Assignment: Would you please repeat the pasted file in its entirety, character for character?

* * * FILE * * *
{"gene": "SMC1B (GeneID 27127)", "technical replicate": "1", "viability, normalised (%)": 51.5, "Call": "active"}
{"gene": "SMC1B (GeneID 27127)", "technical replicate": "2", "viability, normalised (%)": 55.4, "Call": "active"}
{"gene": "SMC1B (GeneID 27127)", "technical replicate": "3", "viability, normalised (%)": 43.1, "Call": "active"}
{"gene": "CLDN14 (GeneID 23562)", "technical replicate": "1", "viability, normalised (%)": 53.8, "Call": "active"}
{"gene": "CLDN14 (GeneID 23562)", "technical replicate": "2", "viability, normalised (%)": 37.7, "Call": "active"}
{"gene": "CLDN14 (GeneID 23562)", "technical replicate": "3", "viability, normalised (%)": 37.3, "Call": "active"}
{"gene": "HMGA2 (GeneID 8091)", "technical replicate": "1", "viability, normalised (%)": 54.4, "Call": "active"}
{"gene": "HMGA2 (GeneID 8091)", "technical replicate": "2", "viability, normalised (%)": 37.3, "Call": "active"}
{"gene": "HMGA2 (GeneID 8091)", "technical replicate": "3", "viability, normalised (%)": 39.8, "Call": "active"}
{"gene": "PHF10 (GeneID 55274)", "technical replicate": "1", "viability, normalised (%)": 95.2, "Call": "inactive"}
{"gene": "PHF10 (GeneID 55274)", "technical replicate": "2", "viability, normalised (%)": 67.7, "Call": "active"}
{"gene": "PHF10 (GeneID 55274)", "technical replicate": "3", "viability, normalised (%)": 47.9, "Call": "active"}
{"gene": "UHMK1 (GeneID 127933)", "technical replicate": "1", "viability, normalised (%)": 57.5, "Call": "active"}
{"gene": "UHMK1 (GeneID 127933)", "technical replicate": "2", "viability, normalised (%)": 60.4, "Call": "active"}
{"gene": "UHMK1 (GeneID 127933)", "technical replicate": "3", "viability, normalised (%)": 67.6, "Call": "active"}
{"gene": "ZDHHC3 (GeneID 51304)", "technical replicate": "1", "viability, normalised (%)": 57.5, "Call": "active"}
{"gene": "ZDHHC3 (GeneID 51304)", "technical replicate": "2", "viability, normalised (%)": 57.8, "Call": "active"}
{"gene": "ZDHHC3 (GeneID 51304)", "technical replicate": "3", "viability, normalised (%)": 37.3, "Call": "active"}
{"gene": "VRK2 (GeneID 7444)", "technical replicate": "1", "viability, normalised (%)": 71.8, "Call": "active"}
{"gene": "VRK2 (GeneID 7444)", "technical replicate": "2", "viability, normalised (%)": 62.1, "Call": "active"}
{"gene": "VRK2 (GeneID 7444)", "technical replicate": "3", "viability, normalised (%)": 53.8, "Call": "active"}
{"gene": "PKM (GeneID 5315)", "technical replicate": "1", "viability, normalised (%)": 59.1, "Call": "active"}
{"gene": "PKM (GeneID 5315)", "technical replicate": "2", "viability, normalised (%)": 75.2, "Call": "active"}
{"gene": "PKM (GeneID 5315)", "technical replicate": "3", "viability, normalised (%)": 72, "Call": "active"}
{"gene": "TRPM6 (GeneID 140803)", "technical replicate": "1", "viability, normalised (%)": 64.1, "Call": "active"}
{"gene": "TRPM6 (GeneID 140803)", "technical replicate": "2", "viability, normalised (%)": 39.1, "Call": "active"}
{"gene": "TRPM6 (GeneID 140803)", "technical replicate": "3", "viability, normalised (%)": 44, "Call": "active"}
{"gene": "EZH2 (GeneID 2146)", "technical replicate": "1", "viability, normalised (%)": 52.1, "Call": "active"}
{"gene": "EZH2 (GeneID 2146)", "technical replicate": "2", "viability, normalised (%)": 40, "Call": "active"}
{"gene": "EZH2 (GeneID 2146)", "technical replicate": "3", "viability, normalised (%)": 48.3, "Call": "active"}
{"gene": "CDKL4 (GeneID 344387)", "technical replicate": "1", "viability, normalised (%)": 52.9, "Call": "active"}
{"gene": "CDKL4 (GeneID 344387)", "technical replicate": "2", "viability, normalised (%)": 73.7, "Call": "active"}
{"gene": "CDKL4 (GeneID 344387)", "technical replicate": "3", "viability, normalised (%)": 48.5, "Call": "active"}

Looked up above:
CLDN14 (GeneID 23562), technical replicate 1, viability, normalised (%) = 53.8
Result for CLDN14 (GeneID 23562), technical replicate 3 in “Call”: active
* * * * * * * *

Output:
{"gene": "SMC1B (GeneID 27127)", "technical replicate": "1", "viability, normalised (%)": 51.5, "Call": "active"}
{"gene": "SMC1B (GeneID 27127)", "technical replicate": "2", "viability, normalised (%)": 55.4, "Call": "active"}
{"gene": "SMC1B (GeneID 27127)", "technical replicate": "3", "viability, normalised (%)": 43.1, "Call": "active"}
{"gene": "CLDN14 (GeneID 23562)", "technical replicate": "1", "viability, normalised (%)": 53.8, "Call": "active"}
{"gene": "CLDN14 (GeneID 23562)", "technical replicate": "2", "viability, normalised (%)": 37.7, "Call": "active"}
{"gene": "CLDN14 (GeneID 23562)", "technical replicate": "3", "viability, normalised (%)": 37.3, "Call": "active"}
{"gene": "HMGA2 (GeneID 8091)", "technical replicate": "1", "viability, normalised (%)": 54.4, "Call": "active"}
{"gene": "HMGA2 (GeneID 8091)", "technical replicate": "2", "viability, normalised (%)": 37.3, "Call": "active"}
{"gene": "HMGA2 (GeneID 8091)", "technical replicate": "3", "viability, normalised (%)": 39.8, "Call": "active"}
{"gene": "PHF10 (GeneID 55274)", "technical replicate": "1", "viability, normalised (%)": 95.2, "Call": "inactive"}
{"gene": "PHF10 (GeneID 55274)", "technical replicate": "2", "viability, normalised (%)": 67.7, "Call": "active"}
{"gene": "PHF10 (GeneID 55274)", "technical replicate": "3", "viability, normalised (%)": 47.9, "Call": "active"}
{"gene": "UHMK1 (GeneID 127933)", "technical replicate": "1", "viability, normalised (%)": 57.5, "Call": "active"}
{"gene": "UHMK1 (GeneID 127933)", "technical replicate": "2", "viability, normalised (%)": 60.4, "Call": "active"}
{"gene": "UHMK1 (GeneID 127933)", "technical replicate": "3", "viability, normalised (%)": 67.6, "Call": "active"}
{"gene": "ZDHHC3 (GeneID 51304)", "technical replicate": "1", "viability, normalised (%)": 57.5, "Call": "active"}
{"gene": "ZDHHC3 (GeneID 51304)", "technical replicate": "2", "viability, normalised (%)": 57.8, "Call": "active"}
{"gene": "ZDHHC3 (GeneID 51304)", "technical replicate": "3", "viability, normalised (%)": 37.3, "Call": "active"}
{"gene": "VRK2 (GeneID 7444)", "technical replicate": "1", "viability, normalised (%)": 71.8, "Call": "active"}
{"gene": "VRK2 (GeneID 7444)", "technical replicate": "2", "viability, normalised (%)": 62.1, "Call": "active"}
{"gene": "VRK2 (GeneID 7444)", "technical replicate": "3", "viability, normalised (%)": 53.8, "Call": "active"}
{"gene": "PKM (GeneID 5315)", "technical replicate": "1", "viability, normalised (%)": 59.1, "Call": "active"}
{"gene": "PKM (GeneID 5315)", "technical replicate": "2", "viability, normalised (%)": 75.2, "Call": "active"}
{"gene": "PKM (GeneID 5315)", "technical replicate": "3", "viability, normalised (%)": 72, "Call": "active"}
{"gene": "TRPM6 (GeneID 140803)", "technical replicate": "1", "viability, normalised (%)": 64.1, "Call": "active"}
{"gene": "TRPM6 (GeneID 140803)", "technical replicate": "2", "viability, normalised (%)": 39.1, "Call": "active"}
{"gene": "TRPM6 (GeneID 140803)", "technical replicate": "3", "viability, normalised (%)": 44, "Call": "active"}
{"gene": "EZH2 (GeneID 2146)", "technical replicate": "1", "viability, normalised (%)": 52.1, "Call": "active"}
{"gene": "EZH2 (GeneID 2146)", "technical replicate": "2", "viability, normalised (%)": 40, "Call": "active"}
{"gene": "EZH2 (GeneID 2146)", "technical replicate": "3", "viability, normalised (%)": 48.3, "Call": "active"}
{"gene": "CDKL4 (GeneID 344387)", "technical replicate": "1", "viability, normalised (%)": 52.9, "Call": "active"}
{"gene": "CDKL4 (GeneID 344387)", "technical replicate": "2", "viability, normalised (%)": 73.7, "Call": "active"}
{"gene": "CDKL4 (GeneID 344387)", "technical replicate": "3", "viability, normalised (%)": 48.5, "Call": "active"}

Looked up above:
CLDN14 (GeneID 23562), technical replicate 1, viability, normalised (%) = 53.8
Result for CLDN14 (GeneID 23562), technical replicate 3 in “Call”: active